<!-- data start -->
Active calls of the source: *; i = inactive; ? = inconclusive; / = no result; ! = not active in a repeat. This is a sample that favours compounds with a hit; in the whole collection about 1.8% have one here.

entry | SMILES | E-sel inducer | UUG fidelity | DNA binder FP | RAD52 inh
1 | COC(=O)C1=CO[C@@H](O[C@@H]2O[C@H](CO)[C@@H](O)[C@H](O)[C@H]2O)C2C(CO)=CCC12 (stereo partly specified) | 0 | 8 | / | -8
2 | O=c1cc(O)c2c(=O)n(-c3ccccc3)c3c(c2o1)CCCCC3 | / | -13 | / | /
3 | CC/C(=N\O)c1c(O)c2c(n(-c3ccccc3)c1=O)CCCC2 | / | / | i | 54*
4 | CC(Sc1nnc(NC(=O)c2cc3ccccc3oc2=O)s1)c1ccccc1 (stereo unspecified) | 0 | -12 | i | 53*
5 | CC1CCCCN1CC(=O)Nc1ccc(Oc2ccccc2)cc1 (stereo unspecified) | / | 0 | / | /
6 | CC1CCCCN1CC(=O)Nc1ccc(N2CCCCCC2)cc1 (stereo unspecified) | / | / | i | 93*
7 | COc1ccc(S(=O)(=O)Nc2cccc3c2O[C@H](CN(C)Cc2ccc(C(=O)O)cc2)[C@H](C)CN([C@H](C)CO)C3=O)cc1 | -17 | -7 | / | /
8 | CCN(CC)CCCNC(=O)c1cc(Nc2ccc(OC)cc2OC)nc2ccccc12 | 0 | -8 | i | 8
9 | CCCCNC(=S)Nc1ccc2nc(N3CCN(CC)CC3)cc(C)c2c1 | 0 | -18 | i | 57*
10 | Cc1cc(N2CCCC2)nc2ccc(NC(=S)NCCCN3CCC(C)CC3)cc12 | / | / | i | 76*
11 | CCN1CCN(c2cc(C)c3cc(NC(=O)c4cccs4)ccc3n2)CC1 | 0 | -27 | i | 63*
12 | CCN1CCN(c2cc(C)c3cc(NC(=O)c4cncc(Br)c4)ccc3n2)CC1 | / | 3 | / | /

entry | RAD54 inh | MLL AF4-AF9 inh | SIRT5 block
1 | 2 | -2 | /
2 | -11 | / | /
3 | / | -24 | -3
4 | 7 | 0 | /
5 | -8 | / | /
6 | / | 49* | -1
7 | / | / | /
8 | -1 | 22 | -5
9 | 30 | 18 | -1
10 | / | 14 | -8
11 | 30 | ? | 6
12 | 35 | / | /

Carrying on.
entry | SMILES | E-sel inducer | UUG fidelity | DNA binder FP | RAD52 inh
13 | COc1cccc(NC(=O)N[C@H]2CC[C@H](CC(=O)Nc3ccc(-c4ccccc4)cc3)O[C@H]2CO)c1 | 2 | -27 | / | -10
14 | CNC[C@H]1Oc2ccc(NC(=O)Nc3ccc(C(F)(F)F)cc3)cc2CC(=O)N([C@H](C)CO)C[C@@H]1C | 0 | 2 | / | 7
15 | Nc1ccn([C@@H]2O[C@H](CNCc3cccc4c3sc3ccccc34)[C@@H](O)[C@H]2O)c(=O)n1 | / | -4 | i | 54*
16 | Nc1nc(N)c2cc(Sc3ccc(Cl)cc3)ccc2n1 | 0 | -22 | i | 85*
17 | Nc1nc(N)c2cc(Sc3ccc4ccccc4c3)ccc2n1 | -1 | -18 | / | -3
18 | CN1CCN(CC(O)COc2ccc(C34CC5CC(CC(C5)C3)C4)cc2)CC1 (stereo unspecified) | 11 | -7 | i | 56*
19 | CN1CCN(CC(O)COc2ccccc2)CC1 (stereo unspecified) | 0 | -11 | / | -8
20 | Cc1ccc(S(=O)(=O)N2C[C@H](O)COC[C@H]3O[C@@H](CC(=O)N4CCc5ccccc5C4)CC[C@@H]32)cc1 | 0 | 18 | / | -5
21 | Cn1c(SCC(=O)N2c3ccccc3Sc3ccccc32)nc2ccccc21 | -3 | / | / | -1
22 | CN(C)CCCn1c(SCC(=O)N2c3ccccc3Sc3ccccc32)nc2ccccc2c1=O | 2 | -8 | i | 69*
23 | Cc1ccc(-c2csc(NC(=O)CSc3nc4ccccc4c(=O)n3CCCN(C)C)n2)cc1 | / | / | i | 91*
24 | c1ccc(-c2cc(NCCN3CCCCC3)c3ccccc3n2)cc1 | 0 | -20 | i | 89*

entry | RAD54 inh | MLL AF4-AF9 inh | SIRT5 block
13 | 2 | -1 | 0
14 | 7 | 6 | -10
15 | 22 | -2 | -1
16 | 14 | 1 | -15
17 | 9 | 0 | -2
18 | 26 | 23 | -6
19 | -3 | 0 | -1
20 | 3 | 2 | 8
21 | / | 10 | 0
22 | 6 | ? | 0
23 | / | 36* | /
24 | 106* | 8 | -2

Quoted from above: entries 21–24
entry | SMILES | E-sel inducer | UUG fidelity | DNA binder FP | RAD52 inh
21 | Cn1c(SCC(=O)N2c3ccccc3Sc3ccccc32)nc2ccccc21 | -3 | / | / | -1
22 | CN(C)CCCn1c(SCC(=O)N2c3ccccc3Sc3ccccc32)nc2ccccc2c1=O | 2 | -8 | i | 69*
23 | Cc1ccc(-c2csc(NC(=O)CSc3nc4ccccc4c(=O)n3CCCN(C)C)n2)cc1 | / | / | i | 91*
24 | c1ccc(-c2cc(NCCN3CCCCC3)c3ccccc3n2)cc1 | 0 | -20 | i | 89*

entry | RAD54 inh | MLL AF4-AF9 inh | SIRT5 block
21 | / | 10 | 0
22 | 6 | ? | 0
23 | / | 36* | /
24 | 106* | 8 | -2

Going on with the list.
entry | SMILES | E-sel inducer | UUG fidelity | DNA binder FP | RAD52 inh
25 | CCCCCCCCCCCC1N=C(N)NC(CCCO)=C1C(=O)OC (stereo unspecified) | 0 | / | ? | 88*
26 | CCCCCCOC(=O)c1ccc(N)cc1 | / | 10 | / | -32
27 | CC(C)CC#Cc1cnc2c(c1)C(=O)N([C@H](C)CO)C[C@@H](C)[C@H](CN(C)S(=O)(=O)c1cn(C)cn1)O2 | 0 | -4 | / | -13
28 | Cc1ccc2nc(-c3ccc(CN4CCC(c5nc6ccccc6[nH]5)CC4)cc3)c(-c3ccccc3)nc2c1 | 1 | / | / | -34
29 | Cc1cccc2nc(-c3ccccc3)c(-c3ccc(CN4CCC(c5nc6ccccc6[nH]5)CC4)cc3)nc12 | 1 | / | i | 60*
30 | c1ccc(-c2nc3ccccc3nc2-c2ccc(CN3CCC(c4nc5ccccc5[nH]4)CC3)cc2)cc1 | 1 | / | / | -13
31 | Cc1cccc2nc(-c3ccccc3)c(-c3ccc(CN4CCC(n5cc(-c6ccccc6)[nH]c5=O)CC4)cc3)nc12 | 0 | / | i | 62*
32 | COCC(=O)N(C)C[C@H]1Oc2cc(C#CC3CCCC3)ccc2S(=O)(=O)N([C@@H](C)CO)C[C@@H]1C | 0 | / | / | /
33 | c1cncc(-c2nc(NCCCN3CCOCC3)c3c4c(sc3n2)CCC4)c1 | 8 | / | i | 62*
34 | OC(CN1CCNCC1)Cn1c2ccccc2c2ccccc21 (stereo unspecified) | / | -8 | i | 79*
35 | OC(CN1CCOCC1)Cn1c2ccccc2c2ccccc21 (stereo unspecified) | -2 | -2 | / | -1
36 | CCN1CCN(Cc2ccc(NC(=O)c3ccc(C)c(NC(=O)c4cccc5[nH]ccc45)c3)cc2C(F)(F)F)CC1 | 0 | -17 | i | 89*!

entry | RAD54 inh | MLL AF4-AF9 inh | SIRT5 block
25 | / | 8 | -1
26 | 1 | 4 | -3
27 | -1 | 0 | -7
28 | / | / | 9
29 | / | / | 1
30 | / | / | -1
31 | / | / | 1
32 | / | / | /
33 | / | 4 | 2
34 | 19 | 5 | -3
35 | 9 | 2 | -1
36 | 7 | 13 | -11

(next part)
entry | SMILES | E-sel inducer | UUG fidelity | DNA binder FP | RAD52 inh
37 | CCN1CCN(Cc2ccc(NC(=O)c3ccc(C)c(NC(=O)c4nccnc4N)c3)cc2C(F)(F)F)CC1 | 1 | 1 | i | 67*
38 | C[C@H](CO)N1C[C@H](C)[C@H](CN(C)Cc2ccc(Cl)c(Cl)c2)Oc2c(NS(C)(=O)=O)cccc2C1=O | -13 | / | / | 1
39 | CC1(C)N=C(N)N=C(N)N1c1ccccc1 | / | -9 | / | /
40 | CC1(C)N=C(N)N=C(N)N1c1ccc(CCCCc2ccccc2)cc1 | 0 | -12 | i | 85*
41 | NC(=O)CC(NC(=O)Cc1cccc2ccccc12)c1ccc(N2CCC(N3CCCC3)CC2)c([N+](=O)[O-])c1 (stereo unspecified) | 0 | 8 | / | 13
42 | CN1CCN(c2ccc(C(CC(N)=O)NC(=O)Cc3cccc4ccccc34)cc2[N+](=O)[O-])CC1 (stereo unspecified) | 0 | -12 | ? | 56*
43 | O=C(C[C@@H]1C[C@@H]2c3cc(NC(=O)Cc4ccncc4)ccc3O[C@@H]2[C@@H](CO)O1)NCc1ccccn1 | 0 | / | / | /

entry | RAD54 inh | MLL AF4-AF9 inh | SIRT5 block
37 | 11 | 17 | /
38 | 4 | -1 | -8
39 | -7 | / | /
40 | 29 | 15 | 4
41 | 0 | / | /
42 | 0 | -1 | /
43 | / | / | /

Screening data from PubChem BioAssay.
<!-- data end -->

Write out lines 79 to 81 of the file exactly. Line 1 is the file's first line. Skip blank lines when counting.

36 | CCN1CCN(Cc2ccc(NC(=O)c3ccc(C)c(NC(=O)c4cccc5[nH]ccc45)c3)cc2C(F)(F)F)CC1 | 0 | -17 | i | 89*!

entry | RAD54 inh | MLL AF4-AF9 inh | SIRT5 block
25 | / | 8 | -1